Zimbabwe shows signs of return to Tests

A new league structure of regional first class matches, funded jointly by the International Cricket Council (ICC) and local franchising sponsors, is energising the game here. Players are being paid US dollar match fees, win bonuses and awards for centuries or five wicket hauls.

Under a team of full-time coaches headed by David Houghton and former national captain Heath Streak, about 80 young and experienced players have shown such progress over the last three months that convenor of natonal selectors Alistair Campbell is prompted to suggest Zimbabwe will be playing Tests in two years. Houghton believes it might only be one year.

Cricket in Zimbabwe was getting nowhere even seven years after being forced out of Tests following a series of embarrassingly bad results. Sri Lanka, New Zealand and England were the main instigators by declining to meet future commitments.

But instead of rebuilding through a first class domestic league and concentrating on three- or four-day matches, they almost exclusively played the quick-fire versions.

All that changed with an exploratory visit to Zimbabwe last year by former West Indies captain Conrad Hunte at the head of an ICC delegation.

Hunte came up with a plan designed to springboard Zimbabwe’s return to Tests on merit. His idea was for franchised teams to be established in five main regions with local characteristics and names such as Mountaineers (Eastern Districts), Southern Rocks (Bulawayo) and Mashonaland Eagles (Harare) so as to provide healthy rivalry within a first-class professional league structure.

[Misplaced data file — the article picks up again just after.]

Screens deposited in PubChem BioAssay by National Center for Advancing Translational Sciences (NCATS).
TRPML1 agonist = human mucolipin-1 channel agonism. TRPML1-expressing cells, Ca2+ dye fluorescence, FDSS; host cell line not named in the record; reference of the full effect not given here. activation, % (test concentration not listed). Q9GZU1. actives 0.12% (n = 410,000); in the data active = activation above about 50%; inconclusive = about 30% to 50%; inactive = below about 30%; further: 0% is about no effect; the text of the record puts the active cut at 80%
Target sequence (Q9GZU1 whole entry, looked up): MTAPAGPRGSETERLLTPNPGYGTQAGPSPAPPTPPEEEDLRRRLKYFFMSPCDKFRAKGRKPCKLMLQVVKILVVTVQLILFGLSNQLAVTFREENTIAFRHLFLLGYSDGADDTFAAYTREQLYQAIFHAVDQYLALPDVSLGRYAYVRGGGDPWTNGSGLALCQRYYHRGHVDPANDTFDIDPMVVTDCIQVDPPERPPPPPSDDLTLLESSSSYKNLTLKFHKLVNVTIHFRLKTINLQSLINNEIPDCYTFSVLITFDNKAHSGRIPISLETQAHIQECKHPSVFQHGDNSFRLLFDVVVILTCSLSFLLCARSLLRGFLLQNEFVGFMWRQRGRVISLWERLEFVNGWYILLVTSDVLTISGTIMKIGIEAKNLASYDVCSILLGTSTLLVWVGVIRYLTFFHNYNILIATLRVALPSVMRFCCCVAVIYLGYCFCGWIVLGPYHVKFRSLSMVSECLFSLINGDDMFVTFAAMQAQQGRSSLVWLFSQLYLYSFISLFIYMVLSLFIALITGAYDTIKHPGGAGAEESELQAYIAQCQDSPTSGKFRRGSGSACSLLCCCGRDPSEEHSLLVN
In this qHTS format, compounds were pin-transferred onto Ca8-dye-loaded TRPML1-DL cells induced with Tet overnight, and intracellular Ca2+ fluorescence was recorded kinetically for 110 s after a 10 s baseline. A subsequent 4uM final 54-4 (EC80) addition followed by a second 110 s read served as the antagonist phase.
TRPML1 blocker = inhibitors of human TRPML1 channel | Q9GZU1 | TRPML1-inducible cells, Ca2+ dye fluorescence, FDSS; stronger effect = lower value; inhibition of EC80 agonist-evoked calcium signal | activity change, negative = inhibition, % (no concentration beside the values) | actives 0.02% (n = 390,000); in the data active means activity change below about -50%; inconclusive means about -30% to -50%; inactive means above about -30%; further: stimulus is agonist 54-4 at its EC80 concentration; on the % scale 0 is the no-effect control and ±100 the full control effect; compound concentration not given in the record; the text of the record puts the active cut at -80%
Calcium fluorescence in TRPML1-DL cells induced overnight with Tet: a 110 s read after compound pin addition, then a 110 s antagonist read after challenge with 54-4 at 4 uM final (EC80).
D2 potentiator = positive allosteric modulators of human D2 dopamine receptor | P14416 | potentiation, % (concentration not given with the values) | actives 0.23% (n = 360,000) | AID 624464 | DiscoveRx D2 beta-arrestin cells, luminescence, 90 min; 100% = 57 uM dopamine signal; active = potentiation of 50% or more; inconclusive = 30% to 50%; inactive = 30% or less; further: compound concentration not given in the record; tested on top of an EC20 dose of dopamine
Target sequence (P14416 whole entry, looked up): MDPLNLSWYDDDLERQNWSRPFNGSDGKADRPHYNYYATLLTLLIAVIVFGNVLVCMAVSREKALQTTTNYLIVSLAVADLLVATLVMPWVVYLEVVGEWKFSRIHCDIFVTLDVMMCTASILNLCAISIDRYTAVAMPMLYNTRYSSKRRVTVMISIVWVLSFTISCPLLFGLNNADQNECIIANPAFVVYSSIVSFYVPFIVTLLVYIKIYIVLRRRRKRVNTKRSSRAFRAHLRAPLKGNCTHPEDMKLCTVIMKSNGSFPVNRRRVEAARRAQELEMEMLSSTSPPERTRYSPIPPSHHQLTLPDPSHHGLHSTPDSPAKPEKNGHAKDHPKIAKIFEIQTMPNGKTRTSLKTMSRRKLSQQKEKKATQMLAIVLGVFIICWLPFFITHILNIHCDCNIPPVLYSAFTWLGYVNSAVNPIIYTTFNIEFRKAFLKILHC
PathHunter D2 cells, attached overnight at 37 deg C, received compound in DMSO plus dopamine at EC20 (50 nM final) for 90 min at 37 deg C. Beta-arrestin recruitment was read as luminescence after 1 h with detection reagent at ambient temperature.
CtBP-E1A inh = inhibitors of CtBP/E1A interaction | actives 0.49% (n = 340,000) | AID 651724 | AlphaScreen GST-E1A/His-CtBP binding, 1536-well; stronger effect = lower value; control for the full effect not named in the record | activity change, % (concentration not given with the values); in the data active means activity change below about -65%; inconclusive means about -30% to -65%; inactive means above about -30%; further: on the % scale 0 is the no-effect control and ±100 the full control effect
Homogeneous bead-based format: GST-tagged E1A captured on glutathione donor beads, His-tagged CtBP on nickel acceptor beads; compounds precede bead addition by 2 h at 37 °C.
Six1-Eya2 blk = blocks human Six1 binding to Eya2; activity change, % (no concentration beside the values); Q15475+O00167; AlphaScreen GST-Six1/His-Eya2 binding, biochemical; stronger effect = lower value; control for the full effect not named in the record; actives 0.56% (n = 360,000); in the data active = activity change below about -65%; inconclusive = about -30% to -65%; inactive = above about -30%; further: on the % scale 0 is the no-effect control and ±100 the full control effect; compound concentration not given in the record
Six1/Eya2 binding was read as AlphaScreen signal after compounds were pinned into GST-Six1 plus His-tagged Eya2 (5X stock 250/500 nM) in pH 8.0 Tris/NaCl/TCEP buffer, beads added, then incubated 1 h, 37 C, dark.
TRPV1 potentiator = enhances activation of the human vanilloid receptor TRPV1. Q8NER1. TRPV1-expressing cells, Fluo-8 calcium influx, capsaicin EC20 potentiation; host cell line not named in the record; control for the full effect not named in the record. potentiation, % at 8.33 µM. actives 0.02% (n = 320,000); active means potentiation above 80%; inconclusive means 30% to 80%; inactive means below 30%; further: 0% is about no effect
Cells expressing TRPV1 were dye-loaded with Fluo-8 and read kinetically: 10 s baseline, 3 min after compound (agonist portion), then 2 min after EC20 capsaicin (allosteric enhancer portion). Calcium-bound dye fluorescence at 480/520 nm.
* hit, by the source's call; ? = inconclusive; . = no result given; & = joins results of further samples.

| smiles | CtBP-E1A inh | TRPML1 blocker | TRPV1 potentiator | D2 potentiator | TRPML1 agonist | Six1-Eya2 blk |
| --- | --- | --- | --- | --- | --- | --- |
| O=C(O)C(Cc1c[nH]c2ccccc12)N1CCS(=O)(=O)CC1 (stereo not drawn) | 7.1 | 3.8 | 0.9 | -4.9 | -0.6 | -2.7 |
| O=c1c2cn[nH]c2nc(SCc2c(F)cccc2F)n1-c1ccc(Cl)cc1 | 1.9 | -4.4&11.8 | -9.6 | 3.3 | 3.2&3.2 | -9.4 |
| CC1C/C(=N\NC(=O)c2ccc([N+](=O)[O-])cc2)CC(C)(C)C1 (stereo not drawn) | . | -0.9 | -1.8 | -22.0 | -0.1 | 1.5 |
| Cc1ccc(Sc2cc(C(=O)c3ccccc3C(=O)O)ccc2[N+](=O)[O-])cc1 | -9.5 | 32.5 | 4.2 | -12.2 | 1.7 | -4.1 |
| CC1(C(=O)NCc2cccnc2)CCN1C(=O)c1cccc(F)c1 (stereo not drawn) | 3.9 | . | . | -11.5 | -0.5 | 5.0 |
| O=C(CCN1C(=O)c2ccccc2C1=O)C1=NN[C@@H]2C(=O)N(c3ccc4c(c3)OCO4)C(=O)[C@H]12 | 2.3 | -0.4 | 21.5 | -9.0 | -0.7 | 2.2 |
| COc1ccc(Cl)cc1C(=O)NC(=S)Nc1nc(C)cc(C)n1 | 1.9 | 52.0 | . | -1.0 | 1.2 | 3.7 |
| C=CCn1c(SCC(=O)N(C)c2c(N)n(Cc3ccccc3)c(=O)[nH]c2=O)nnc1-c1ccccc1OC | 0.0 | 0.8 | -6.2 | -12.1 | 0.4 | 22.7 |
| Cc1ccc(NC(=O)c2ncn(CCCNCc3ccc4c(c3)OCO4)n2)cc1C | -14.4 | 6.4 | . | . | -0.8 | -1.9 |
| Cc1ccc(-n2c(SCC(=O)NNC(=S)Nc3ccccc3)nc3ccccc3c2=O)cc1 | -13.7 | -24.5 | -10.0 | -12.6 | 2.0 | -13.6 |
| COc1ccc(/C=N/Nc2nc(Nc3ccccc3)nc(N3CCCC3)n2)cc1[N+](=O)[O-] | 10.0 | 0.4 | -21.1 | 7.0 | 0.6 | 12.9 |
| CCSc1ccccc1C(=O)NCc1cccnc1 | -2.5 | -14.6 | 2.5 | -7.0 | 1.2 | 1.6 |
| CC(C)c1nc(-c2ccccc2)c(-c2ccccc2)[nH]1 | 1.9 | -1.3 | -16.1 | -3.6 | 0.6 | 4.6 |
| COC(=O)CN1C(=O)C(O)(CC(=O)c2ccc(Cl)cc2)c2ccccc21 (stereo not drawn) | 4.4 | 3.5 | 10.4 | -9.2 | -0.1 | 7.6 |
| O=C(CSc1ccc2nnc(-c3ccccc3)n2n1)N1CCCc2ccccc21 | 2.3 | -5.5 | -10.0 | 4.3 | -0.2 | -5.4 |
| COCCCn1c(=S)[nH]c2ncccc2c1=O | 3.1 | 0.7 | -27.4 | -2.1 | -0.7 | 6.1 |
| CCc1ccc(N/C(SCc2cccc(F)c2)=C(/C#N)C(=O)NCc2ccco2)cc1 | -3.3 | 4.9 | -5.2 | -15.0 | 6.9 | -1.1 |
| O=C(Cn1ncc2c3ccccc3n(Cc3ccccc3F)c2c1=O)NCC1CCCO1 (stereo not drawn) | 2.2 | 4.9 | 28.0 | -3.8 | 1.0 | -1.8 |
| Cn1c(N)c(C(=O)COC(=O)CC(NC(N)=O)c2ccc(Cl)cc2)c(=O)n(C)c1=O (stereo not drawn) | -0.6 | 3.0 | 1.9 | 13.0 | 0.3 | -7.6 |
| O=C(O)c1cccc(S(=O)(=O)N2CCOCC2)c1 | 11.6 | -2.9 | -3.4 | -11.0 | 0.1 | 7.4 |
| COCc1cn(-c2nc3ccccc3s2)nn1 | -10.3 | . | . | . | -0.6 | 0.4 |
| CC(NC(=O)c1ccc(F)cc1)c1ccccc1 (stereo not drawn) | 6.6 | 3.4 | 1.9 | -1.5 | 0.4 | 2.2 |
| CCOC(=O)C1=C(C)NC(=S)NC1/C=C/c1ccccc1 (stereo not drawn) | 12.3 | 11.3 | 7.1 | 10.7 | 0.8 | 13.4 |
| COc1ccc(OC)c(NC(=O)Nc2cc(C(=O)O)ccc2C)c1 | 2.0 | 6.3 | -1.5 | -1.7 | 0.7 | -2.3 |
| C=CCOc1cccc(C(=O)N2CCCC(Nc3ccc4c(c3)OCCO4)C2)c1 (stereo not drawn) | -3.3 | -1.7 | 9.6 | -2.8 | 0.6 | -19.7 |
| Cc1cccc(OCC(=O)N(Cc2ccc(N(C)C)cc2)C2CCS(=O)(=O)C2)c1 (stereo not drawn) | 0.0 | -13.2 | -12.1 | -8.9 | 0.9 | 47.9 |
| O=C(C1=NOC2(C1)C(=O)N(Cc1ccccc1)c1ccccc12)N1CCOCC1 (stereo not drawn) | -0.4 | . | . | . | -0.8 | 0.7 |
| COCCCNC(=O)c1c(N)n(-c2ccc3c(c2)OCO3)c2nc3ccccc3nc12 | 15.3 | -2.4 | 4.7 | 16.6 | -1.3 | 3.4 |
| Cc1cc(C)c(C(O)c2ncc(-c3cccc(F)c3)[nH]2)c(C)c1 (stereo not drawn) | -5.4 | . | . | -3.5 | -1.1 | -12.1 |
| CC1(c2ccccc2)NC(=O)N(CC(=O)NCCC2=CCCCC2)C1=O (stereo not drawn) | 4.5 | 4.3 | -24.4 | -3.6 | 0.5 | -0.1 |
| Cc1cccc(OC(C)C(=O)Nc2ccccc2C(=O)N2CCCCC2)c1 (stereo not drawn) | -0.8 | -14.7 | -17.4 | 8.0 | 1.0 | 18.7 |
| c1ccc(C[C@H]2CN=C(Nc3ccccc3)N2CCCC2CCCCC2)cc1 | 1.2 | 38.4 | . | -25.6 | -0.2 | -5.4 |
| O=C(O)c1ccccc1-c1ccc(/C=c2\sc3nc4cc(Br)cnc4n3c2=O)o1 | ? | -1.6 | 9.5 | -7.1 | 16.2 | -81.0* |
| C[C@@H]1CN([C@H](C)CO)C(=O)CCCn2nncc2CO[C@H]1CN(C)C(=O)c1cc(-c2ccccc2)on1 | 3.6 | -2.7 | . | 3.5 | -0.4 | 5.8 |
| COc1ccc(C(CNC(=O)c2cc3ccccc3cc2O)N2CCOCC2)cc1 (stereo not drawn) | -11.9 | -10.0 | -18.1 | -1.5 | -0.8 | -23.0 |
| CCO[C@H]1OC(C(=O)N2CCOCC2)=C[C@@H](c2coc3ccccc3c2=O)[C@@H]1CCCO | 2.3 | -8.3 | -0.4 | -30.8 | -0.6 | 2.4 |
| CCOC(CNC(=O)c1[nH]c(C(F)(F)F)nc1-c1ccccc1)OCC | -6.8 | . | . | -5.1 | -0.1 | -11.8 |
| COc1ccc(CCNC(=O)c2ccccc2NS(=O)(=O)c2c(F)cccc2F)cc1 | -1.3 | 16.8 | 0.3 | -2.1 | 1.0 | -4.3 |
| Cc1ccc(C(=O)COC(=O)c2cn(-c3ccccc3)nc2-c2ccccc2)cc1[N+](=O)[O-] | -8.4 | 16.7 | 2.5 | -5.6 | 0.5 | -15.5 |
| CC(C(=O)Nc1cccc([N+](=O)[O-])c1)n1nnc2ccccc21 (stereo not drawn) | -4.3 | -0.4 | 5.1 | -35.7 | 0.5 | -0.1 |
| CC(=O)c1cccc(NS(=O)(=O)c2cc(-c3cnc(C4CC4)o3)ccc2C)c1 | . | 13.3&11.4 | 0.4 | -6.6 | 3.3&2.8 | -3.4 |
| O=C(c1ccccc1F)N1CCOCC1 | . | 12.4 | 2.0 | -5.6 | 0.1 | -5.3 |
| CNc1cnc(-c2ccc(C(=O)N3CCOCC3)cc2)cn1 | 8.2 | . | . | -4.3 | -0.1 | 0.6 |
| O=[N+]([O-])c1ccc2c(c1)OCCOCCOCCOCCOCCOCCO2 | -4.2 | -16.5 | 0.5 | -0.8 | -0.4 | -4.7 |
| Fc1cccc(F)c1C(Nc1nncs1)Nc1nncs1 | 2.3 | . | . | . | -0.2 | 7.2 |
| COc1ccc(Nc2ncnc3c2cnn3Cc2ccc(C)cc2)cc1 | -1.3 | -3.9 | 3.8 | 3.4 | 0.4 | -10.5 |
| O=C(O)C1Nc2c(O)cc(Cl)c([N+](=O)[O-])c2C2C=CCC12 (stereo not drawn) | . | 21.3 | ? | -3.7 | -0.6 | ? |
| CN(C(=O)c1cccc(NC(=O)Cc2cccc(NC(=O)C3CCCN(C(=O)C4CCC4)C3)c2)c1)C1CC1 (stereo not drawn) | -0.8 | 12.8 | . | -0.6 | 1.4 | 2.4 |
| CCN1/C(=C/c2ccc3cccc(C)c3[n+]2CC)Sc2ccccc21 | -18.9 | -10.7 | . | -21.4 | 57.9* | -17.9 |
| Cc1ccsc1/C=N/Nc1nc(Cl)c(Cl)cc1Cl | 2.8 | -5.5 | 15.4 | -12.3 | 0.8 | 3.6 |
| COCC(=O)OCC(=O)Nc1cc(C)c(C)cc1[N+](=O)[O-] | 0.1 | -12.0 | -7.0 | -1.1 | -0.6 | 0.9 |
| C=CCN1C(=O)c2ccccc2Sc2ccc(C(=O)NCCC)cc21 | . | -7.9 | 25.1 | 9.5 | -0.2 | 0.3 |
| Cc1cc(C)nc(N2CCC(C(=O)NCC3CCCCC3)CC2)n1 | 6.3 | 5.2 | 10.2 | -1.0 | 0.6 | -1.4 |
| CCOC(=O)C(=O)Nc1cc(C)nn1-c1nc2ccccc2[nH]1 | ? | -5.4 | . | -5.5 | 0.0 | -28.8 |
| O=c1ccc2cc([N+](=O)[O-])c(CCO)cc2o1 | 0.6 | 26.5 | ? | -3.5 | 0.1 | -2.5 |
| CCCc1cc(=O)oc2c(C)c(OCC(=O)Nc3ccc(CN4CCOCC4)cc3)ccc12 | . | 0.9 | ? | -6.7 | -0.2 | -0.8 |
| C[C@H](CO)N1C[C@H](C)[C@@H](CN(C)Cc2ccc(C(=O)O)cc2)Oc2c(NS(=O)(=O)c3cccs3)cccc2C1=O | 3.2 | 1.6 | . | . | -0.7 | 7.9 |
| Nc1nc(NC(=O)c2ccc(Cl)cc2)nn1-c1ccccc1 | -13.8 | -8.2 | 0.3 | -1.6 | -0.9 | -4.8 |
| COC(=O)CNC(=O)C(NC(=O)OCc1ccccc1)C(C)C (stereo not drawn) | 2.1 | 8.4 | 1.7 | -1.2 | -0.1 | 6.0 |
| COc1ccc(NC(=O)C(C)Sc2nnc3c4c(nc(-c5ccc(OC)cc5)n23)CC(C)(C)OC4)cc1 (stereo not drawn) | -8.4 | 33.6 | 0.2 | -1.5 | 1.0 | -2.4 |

It began with the new 2009-10 season in September. Cricket in Zimbabwe was also decentralised by the league, with the national body, Zimbabwe Cricket headed by chairman Peter Chingoka, becoming little more than a general admin and finance focus.

Kenyon Ziehl, who runs the Midlands team, told AFP: "Our league is fully professional on player salaries, each regional franchise having a chief executive, general manager, enthusiastic committee and proper accounting.

"Because of this set-up our national squad will consequently get better and better and there are early signs of this."

As it happens, Zimbabwe remains on the official ICC "forward programme" of Tests with series scheduled this year against West Indies, Australia and England. These won’t happen, but the fixtures have not been removed.

According to Houghton, a former senior Zimbabwe batsman (he once scored 266 runs against Sri Lanka), who was engaged as a senior coach told AFP: "Once we get the fast bowling sorted out by Heath Streak as national bowling coach — it is presently not up to strength — I reckon we will be ready."

Houghton has been working with national coaching director Andy Waller, a former Test all-rounder, and other coaches. The new Zimbabwe league has already attracted several former Test players, such as Dion Ebrahim, Hamilton Masakadza (a recent double century), Vusi Sibanda (averaging 100 in the league), Tatenda Taibu and John Rennie.

There are also efforts being made to secure the return, in the England off-season, of Sean Ervine (Hampshire) and Murray Goodwin (Sussex), the latter in recent years being consistently at or near the top of the English County Cricket batting averages.

In addition, Ray Price, Greg Lamb (Northants), Rickey Wessels (son of former South Africa captain Kepler), Graeme Cremer, Gavin Ewing, Elton Chigumbura, present captain Prosper Utseya and Charles Coventry (197 runs in a recent ODI) form the basis of a national squad.

They will be off to the West Indies next month for ODIs and Twenty-20s. Ziehl foresees a series of four-day matches being arranged "before very long" against Test nation "A" sides so as to provide further experience and incentive.

Good results from such matches will be critical if they are to presage a formal application by Zimbabwe Cricket to the ICC for a new and rejuvenated Zimbabwe to resume its place as a Test cricket nation.